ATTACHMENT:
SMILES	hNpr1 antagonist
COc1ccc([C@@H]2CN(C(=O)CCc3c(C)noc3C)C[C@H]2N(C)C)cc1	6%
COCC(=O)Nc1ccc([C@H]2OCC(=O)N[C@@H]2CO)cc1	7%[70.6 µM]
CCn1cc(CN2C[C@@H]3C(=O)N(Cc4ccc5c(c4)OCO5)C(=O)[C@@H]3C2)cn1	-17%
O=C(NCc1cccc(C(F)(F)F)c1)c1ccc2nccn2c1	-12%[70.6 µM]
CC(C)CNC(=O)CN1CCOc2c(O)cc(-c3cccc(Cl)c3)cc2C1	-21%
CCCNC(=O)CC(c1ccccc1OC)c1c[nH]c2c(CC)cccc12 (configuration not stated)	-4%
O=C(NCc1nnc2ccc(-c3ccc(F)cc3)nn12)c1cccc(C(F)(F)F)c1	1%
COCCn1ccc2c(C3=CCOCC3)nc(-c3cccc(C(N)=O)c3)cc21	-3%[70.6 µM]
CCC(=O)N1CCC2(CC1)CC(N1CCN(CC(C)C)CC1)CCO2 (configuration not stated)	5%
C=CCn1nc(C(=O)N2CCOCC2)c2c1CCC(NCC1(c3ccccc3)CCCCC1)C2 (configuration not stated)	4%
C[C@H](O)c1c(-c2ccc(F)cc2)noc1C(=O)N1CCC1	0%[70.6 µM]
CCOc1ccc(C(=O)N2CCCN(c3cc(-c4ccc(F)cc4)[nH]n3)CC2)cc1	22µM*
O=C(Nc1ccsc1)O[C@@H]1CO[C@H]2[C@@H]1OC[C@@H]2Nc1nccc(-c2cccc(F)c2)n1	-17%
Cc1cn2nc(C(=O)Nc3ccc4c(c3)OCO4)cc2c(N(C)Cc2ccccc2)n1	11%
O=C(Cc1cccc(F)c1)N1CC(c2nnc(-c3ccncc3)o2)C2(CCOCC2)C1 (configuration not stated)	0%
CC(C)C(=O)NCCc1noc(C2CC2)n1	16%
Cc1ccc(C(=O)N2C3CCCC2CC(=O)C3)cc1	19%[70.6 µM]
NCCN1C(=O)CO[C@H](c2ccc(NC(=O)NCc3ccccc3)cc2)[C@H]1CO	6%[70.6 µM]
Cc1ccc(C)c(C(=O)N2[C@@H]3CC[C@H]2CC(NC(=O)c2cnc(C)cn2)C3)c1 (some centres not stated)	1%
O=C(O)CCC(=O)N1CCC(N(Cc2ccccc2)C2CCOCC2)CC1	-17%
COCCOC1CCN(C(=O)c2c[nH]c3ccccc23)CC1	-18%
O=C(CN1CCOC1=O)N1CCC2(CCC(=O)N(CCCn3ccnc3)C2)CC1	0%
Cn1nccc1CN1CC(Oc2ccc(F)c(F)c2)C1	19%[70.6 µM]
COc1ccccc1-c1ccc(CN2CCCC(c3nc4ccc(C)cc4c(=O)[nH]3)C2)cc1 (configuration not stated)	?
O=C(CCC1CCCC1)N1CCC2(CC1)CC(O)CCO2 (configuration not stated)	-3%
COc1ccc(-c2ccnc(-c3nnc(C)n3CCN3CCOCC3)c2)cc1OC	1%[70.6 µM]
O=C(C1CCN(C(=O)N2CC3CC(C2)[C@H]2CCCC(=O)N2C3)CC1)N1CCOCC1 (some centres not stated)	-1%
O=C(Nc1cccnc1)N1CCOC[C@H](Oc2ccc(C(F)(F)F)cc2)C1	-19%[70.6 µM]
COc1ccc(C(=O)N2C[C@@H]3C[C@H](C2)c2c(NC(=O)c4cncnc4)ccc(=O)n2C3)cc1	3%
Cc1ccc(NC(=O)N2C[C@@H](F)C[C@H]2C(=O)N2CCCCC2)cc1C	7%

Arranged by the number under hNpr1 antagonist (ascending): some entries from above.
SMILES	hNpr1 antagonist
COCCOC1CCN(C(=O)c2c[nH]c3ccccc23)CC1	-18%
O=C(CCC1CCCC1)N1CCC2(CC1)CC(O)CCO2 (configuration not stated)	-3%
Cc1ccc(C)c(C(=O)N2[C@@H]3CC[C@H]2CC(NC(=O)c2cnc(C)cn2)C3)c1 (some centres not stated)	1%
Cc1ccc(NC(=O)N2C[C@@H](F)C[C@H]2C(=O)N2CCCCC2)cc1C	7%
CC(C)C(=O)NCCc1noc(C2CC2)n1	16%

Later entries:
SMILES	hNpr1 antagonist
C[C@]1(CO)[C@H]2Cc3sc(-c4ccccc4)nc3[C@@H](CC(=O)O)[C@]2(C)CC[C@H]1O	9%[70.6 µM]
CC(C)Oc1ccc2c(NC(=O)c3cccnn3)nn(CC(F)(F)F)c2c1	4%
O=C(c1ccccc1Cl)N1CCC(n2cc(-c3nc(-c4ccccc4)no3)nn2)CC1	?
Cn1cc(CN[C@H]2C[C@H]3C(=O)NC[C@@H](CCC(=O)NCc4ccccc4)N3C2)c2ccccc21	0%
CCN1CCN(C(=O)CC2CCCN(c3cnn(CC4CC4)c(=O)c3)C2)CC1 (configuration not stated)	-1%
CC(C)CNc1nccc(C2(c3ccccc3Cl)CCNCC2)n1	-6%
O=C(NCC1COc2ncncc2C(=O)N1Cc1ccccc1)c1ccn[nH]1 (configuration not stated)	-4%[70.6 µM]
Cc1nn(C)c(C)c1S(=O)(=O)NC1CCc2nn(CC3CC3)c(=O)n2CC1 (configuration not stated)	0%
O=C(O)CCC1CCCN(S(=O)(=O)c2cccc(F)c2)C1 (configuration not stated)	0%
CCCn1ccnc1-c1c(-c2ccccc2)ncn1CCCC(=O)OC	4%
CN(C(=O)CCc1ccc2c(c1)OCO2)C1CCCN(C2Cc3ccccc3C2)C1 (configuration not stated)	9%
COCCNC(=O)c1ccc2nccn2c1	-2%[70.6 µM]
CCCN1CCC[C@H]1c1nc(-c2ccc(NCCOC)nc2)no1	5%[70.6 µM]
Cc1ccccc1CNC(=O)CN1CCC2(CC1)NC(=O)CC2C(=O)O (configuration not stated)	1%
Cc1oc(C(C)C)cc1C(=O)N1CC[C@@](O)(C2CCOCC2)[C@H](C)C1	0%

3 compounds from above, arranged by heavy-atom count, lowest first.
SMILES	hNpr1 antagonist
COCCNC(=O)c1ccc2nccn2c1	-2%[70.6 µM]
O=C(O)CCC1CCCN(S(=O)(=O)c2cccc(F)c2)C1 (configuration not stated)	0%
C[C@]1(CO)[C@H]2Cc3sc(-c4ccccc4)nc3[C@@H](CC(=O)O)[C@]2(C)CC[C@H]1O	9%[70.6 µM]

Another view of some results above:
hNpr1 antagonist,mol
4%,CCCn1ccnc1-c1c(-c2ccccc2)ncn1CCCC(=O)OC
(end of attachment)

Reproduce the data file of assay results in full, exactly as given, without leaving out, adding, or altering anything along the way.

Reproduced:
SMILES	hNpr1 antagonist
COc1ccc([C@@H]2CN(C(=O)CCc3c(C)noc3C)C[C@H]2N(C)C)cc1	6%
COCC(=O)Nc1ccc([C@H]2OCC(=O)N[C@@H]2CO)cc1	7%[70.6 µM]
CCn1cc(CN2C[C@@H]3C(=O)N(Cc4ccc5c(c4)OCO5)C(=O)[C@@H]3C2)cn1	-17%
O=C(NCc1cccc(C(F)(F)F)c1)c1ccc2nccn2c1	-12%[70.6 µM]
CC(C)CNC(=O)CN1CCOc2c(O)cc(-c3cccc(Cl)c3)cc2C1	-21%
CCCNC(=O)CC(c1ccccc1OC)c1c[nH]c2c(CC)cccc12 (configuration not stated)	-4%
O=C(NCc1nnc2ccc(-c3ccc(F)cc3)nn12)c1cccc(C(F)(F)F)c1	1%
COCCn1ccc2c(C3=CCOCC3)nc(-c3cccc(C(N)=O)c3)cc21	-3%[70.6 µM]
CCC(=O)N1CCC2(CC1)CC(N1CCN(CC(C)C)CC1)CCO2 (configuration not stated)	5%
C=CCn1nc(C(=O)N2CCOCC2)c2c1CCC(NCC1(c3ccccc3)CCCCC1)C2 (configuration not stated)	4%
C[C@H](O)c1c(-c2ccc(F)cc2)noc1C(=O)N1CCC1	0%[70.6 µM]
CCOc1ccc(C(=O)N2CCCN(c3cc(-c4ccc(F)cc4)[nH]n3)CC2)cc1	22µM*
O=C(Nc1ccsc1)O[C@@H]1CO[C@H]2[C@@H]1OC[C@@H]2Nc1nccc(-c2cccc(F)c2)n1	-17%
Cc1cn2nc(C(=O)Nc3ccc4c(c3)OCO4)cc2c(N(C)Cc2ccccc2)n1	11%
O=C(Cc1cccc(F)c1)N1CC(c2nnc(-c3ccncc3)o2)C2(CCOCC2)C1 (configuration not stated)	0%
CC(C)C(=O)NCCc1noc(C2CC2)n1	16%
Cc1ccc(C(=O)N2C3CCCC2CC(=O)C3)cc1	19%[70.6 µM]
NCCN1C(=O)CO[C@H](c2ccc(NC(=O)NCc3ccccc3)cc2)[C@H]1CO	6%[70.6 µM]
Cc1ccc(C)c(C(=O)N2[C@@H]3CC[C@H]2CC(NC(=O)c2cnc(C)cn2)C3)c1 (some centres not stated)	1%
O=C(O)CCC(=O)N1CCC(N(Cc2ccccc2)C2CCOCC2)CC1	-17%
COCCOC1CCN(C(=O)c2c[nH]c3ccccc23)CC1	-18%
O=C(CN1CCOC1=O)N1CCC2(CCC(=O)N(CCCn3ccnc3)C2)CC1	0%
Cn1nccc1CN1CC(Oc2ccc(F)c(F)c2)C1	19%[70.6 µM]
COc1ccccc1-c1ccc(CN2CCCC(c3nc4ccc(C)cc4c(=O)[nH]3)C2)cc1 (configuration not stated)	?
O=C(CCC1CCCC1)N1CCC2(CC1)CC(O)CCO2 (configuration not stated)	-3%
COc1ccc(-c2ccnc(-c3nnc(C)n3CCN3CCOCC3)c2)cc1OC	1%[70.6 µM]
O=C(C1CCN(C(=O)N2CC3CC(C2)[C@H]2CCCC(=O)N2C3)CC1)N1CCOCC1 (some centres not stated)	-1%
O=C(Nc1cccnc1)N1CCOC[C@H](Oc2ccc(C(F)(F)F)cc2)C1	-19%[70.6 µM]
COc1ccc(C(=O)N2C[C@@H]3C[C@H](C2)c2c(NC(=O)c4cncnc4)ccc(=O)n2C3)cc1	3%
Cc1ccc(NC(=O)N2C[C@@H](F)C[C@H]2C(=O)N2CCCCC2)cc1C	7%

Arranged by the number under hNpr1 antagonist (ascending): some entries from above.
SMILES	hNpr1 antagonist
COCCOC1CCN(C(=O)c2c[nH]c3ccccc23)CC1	-18%
O=C(CCC1CCCC1)N1CCC2(CC1)CC(O)CCO2 (configuration not stated)	-3%
Cc1ccc(C)c(C(=O)N2[C@@H]3CC[C@H]2CC(NC(=O)c2cnc(C)cn2)C3)c1 (some centres not stated)	1%
Cc1ccc(NC(=O)N2C[C@@H](F)C[C@H]2C(=O)N2CCCCC2)cc1C	7%
CC(C)C(=O)NCCc1noc(C2CC2)n1	16%

Later entries:
SMILES	hNpr1 antagonist
C[C@]1(CO)[C@H]2Cc3sc(-c4ccccc4)nc3[C@@H](CC(=O)O)[C@]2(C)CC[C@H]1O	9%[70.6 µM]
CC(C)Oc1ccc2c(NC(=O)c3cccnn3)nn(CC(F)(F)F)c2c1	4%
O=C(c1ccccc1Cl)N1CCC(n2cc(-c3nc(-c4ccccc4)no3)nn2)CC1	?
Cn1cc(CN[C@H]2C[C@H]3C(=O)NC[C@@H](CCC(=O)NCc4ccccc4)N3C2)c2ccccc21	0%
CCN1CCN(C(=O)CC2CCCN(c3cnn(CC4CC4)c(=O)c3)C2)CC1 (configuration not stated)	-1%
CC(C)CNc1nccc(C2(c3ccccc3Cl)CCNCC2)n1	-6%
O=C(NCC1COc2ncncc2C(=O)N1Cc1ccccc1)c1ccn[nH]1 (configuration not stated)	-4%[70.6 µM]
Cc1nn(C)c(C)c1S(=O)(=O)NC1CCc2nn(CC3CC3)c(=O)n2CC1 (configuration not stated)	0%
O=C(O)CCC1CCCN(S(=O)(=O)c2cccc(F)c2)C1 (configuration not stated)	0%
CCCn1ccnc1-c1c(-c2ccccc2)ncn1CCCC(=O)OC	4%
CN(C(=O)CCc1ccc2c(c1)OCO2)C1CCCN(C2Cc3ccccc3C2)C1 (configuration not stated)	9%
COCCNC(=O)c1ccc2nccn2c1	-2%[70.6 µM]
CCCN1CCC[C@H]1c1nc(-c2ccc(NCCOC)nc2)no1	5%[70.6 µM]
Cc1ccccc1CNC(=O)CN1CCC2(CC1)NC(=O)CC2C(=O)O (configuration not stated)	1%
Cc1oc(C(C)C)cc1C(=O)N1CC[C@@](O)(C2CCOCC2)[C@H](C)C1	0%

3 compounds from above, arranged by heavy-atom count, lowest first.
SMILES	hNpr1 antagonist
COCCNC(=O)c1ccc2nccn2c1	-2%[70.6 µM]
O=C(O)CCC1CCCN(S(=O)(=O)c2cccc(F)c2)C1 (configuration not stated)	0%
C[C@]1(CO)[C@H]2Cc3sc(-c4ccccc4)nc3[C@@H](CC(=O)O)[C@]2(C)CC[C@H]1O	9%[70.6 µM]

Another view of some results above:
hNpr1 antagonist,mol
4%,CCCn1ccnc1-c1c(-c2ccccc2)ncn1CCCC(=O)OC